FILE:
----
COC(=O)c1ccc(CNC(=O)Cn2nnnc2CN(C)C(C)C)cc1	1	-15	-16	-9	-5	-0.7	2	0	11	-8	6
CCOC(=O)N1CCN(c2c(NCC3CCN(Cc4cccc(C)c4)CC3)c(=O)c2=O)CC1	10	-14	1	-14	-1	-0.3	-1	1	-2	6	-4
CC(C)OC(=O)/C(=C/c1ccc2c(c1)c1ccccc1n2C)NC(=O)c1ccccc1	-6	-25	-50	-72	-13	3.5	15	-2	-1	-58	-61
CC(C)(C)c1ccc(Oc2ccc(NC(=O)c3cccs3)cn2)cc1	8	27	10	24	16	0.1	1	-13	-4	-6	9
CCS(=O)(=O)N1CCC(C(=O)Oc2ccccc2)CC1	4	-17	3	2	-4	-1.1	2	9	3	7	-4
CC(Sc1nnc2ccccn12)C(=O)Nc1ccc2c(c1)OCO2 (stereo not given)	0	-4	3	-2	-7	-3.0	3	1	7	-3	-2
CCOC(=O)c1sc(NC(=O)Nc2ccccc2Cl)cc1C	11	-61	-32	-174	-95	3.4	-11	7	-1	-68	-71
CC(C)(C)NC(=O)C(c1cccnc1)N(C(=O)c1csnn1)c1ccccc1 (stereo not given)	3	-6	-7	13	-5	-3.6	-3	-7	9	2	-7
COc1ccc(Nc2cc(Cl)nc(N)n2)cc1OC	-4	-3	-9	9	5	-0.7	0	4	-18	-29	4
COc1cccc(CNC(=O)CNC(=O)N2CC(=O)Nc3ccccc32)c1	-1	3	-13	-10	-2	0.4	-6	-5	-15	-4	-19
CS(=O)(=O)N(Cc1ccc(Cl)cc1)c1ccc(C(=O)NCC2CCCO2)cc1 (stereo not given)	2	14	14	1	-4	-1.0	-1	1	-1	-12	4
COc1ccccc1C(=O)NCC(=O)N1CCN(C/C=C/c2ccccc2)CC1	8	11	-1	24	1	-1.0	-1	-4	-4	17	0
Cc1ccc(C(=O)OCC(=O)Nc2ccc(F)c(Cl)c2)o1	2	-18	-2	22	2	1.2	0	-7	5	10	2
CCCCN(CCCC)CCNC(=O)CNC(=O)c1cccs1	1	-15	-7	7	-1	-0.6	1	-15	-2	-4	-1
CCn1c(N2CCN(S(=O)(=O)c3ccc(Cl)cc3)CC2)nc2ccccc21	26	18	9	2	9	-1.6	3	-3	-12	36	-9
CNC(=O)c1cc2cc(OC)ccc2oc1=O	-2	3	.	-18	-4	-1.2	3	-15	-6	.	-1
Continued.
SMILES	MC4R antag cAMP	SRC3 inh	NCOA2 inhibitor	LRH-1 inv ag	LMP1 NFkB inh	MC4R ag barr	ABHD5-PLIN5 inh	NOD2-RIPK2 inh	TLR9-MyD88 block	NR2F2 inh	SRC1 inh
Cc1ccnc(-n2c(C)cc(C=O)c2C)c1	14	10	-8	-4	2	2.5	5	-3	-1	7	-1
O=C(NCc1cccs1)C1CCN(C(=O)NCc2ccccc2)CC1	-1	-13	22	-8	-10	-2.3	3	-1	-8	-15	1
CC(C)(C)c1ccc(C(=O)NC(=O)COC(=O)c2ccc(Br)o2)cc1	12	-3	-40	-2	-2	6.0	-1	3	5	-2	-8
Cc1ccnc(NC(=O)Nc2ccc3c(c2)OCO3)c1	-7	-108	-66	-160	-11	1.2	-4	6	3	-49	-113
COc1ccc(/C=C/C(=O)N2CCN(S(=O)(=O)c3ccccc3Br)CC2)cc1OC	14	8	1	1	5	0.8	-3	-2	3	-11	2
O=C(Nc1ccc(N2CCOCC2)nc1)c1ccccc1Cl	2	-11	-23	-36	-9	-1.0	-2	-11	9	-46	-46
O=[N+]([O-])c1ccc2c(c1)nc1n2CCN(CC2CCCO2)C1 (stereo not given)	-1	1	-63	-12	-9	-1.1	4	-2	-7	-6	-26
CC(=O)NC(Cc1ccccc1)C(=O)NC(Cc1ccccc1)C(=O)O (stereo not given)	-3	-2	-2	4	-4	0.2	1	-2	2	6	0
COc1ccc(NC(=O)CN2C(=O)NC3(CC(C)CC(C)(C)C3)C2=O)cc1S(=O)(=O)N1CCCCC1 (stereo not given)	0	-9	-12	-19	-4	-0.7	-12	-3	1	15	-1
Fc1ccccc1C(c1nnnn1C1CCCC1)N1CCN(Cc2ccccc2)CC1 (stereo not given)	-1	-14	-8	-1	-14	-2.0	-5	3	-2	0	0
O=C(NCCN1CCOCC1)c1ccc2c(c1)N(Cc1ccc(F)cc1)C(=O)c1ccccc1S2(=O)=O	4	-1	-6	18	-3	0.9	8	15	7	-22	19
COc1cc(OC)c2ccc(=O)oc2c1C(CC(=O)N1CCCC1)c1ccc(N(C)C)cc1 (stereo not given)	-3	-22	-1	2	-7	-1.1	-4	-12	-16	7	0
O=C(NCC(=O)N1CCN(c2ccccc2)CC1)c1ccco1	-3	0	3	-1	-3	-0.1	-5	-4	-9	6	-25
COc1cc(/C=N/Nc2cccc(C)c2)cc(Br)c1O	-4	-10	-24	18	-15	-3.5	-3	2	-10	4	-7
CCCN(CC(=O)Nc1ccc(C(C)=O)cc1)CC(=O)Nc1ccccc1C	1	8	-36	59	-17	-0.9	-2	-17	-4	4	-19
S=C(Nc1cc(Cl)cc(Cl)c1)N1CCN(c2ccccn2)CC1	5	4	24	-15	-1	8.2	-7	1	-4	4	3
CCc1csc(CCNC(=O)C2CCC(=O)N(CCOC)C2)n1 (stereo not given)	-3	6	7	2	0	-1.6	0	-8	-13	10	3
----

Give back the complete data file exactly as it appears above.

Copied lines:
COC(=O)c1ccc(CNC(=O)Cn2nnnc2CN(C)C(C)C)cc1	1	-15	-16	-9	-5	-0.7	2	0	11	-8	6
CCOC(=O)N1CCN(c2c(NCC3CCN(Cc4cccc(C)c4)CC3)c(=O)c2=O)CC1	10	-14	1	-14	-1	-0.3	-1	1	-2	6	-4
CC(C)OC(=O)/C(=C/c1ccc2c(c1)c1ccccc1n2C)NC(=O)c1ccccc1	-6	-25	-50	-72	-13	3.5	15	-2	-1	-58	-61
CC(C)(C)c1ccc(Oc2ccc(NC(=O)c3cccs3)cn2)cc1	8	27	10	24	16	0.1	1	-13	-4	-6	9
CCS(=O)(=O)N1CCC(C(=O)Oc2ccccc2)CC1	4	-17	3	2	-4	-1.1	2	9	3	7	-4
CC(Sc1nnc2ccccn12)C(=O)Nc1ccc2c(c1)OCO2 (stereo not given)	0	-4	3	-2	-7	-3.0	3	1	7	-3	-2
CCOC(=O)c1sc(NC(=O)Nc2ccccc2Cl)cc1C	11	-61	-32	-174	-95	3.4	-11	7	-1	-68	-71
CC(C)(C)NC(=O)C(c1cccnc1)N(C(=O)c1csnn1)c1ccccc1 (stereo not given)	3	-6	-7	13	-5	-3.6	-3	-7	9	2	-7
COc1ccc(Nc2cc(Cl)nc(N)n2)cc1OC	-4	-3	-9	9	5	-0.7	0	4	-18	-29	4
COc1cccc(CNC(=O)CNC(=O)N2CC(=O)Nc3ccccc32)c1	-1	3	-13	-10	-2	0.4	-6	-5	-15	-4	-19
CS(=O)(=O)N(Cc1ccc(Cl)cc1)c1ccc(C(=O)NCC2CCCO2)cc1 (stereo not given)	2	14	14	1	-4	-1.0	-1	1	-1	-12	4
COc1ccccc1C(=O)NCC(=O)N1CCN(C/C=C/c2ccccc2)CC1	8	11	-1	24	1	-1.0	-1	-4	-4	17	0
Cc1ccc(C(=O)OCC(=O)Nc2ccc(F)c(Cl)c2)o1	2	-18	-2	22	2	1.2	0	-7	5	10	2
CCCCN(CCCC)CCNC(=O)CNC(=O)c1cccs1	1	-15	-7	7	-1	-0.6	1	-15	-2	-4	-1
CCn1c(N2CCN(S(=O)(=O)c3ccc(Cl)cc3)CC2)nc2ccccc21	26	18	9	2	9	-1.6	3	-3	-12	36	-9
CNC(=O)c1cc2cc(OC)ccc2oc1=O	-2	3	.	-18	-4	-1.2	3	-15	-6	.	-1
Continued.
SMILES	MC4R antag cAMP	SRC3 inh	NCOA2 inhibitor	LRH-1 inv ag	LMP1 NFkB inh	MC4R ag barr	ABHD5-PLIN5 inh	NOD2-RIPK2 inh	TLR9-MyD88 block	NR2F2 inh	SRC1 inh
Cc1ccnc(-n2c(C)cc(C=O)c2C)c1	14	10	-8	-4	2	2.5	5	-3	-1	7	-1
O=C(NCc1cccs1)C1CCN(C(=O)NCc2ccccc2)CC1	-1	-13	22	-8	-10	-2.3	3	-1	-8	-15	1
CC(C)(C)c1ccc(C(=O)NC(=O)COC(=O)c2ccc(Br)o2)cc1	12	-3	-40	-2	-2	6.0	-1	3	5	-2	-8
Cc1ccnc(NC(=O)Nc2ccc3c(c2)OCO3)c1	-7	-108	-66	-160	-11	1.2	-4	6	3	-49	-113
COc1ccc(/C=C/C(=O)N2CCN(S(=O)(=O)c3ccccc3Br)CC2)cc1OC	14	8	1	1	5	0.8	-3	-2	3	-11	2
O=C(Nc1ccc(N2CCOCC2)nc1)c1ccccc1Cl	2	-11	-23	-36	-9	-1.0	-2	-11	9	-46	-46
O=[N+]([O-])c1ccc2c(c1)nc1n2CCN(CC2CCCO2)C1 (stereo not given)	-1	1	-63	-12	-9	-1.1	4	-2	-7	-6	-26
CC(=O)NC(Cc1ccccc1)C(=O)NC(Cc1ccccc1)C(=O)O (stereo not given)	-3	-2	-2	4	-4	0.2	1	-2	2	6	0
COc1ccc(NC(=O)CN2C(=O)NC3(CC(C)CC(C)(C)C3)C2=O)cc1S(=O)(=O)N1CCCCC1 (stereo not given)	0	-9	-12	-19	-4	-0.7	-12	-3	1	15	-1
Fc1ccccc1C(c1nnnn1C1CCCC1)N1CCN(Cc2ccccc2)CC1 (stereo not given)	-1	-14	-8	-1	-14	-2.0	-5	3	-2	0	0
O=C(NCCN1CCOCC1)c1ccc2c(c1)N(Cc1ccc(F)cc1)C(=O)c1ccccc1S2(=O)=O	4	-1	-6	18	-3	0.9	8	15	7	-22	19
COc1cc(OC)c2ccc(=O)oc2c1C(CC(=O)N1CCCC1)c1ccc(N(C)C)cc1 (stereo not given)	-3	-22	-1	2	-7	-1.1	-4	-12	-16	7	0
O=C(NCC(=O)N1CCN(c2ccccc2)CC1)c1ccco1	-3	0	3	-1	-3	-0.1	-5	-4	-9	6	-25
COc1cc(/C=N/Nc2cccc(C)c2)cc(Br)c1O	-4	-10	-24	18	-15	-3.5	-3	2	-10	4	-7
CCCN(CC(=O)Nc1ccc(C(C)=O)cc1)CC(=O)Nc1ccccc1C	1	8	-36	59	-17	-0.9	-2	-17	-4	4	-19
S=C(Nc1cc(Cl)cc(Cl)c1)N1CCN(c2ccccn2)CC1	5	4	24	-15	-1	8.2	-7	1	-4	4	3
CCc1csc(CCNC(=O)C2CCC(=O)N(CCOC)C2)n1 (stereo not given)	-3	6	7	2	0	-1.6	0	-8	-13	10	3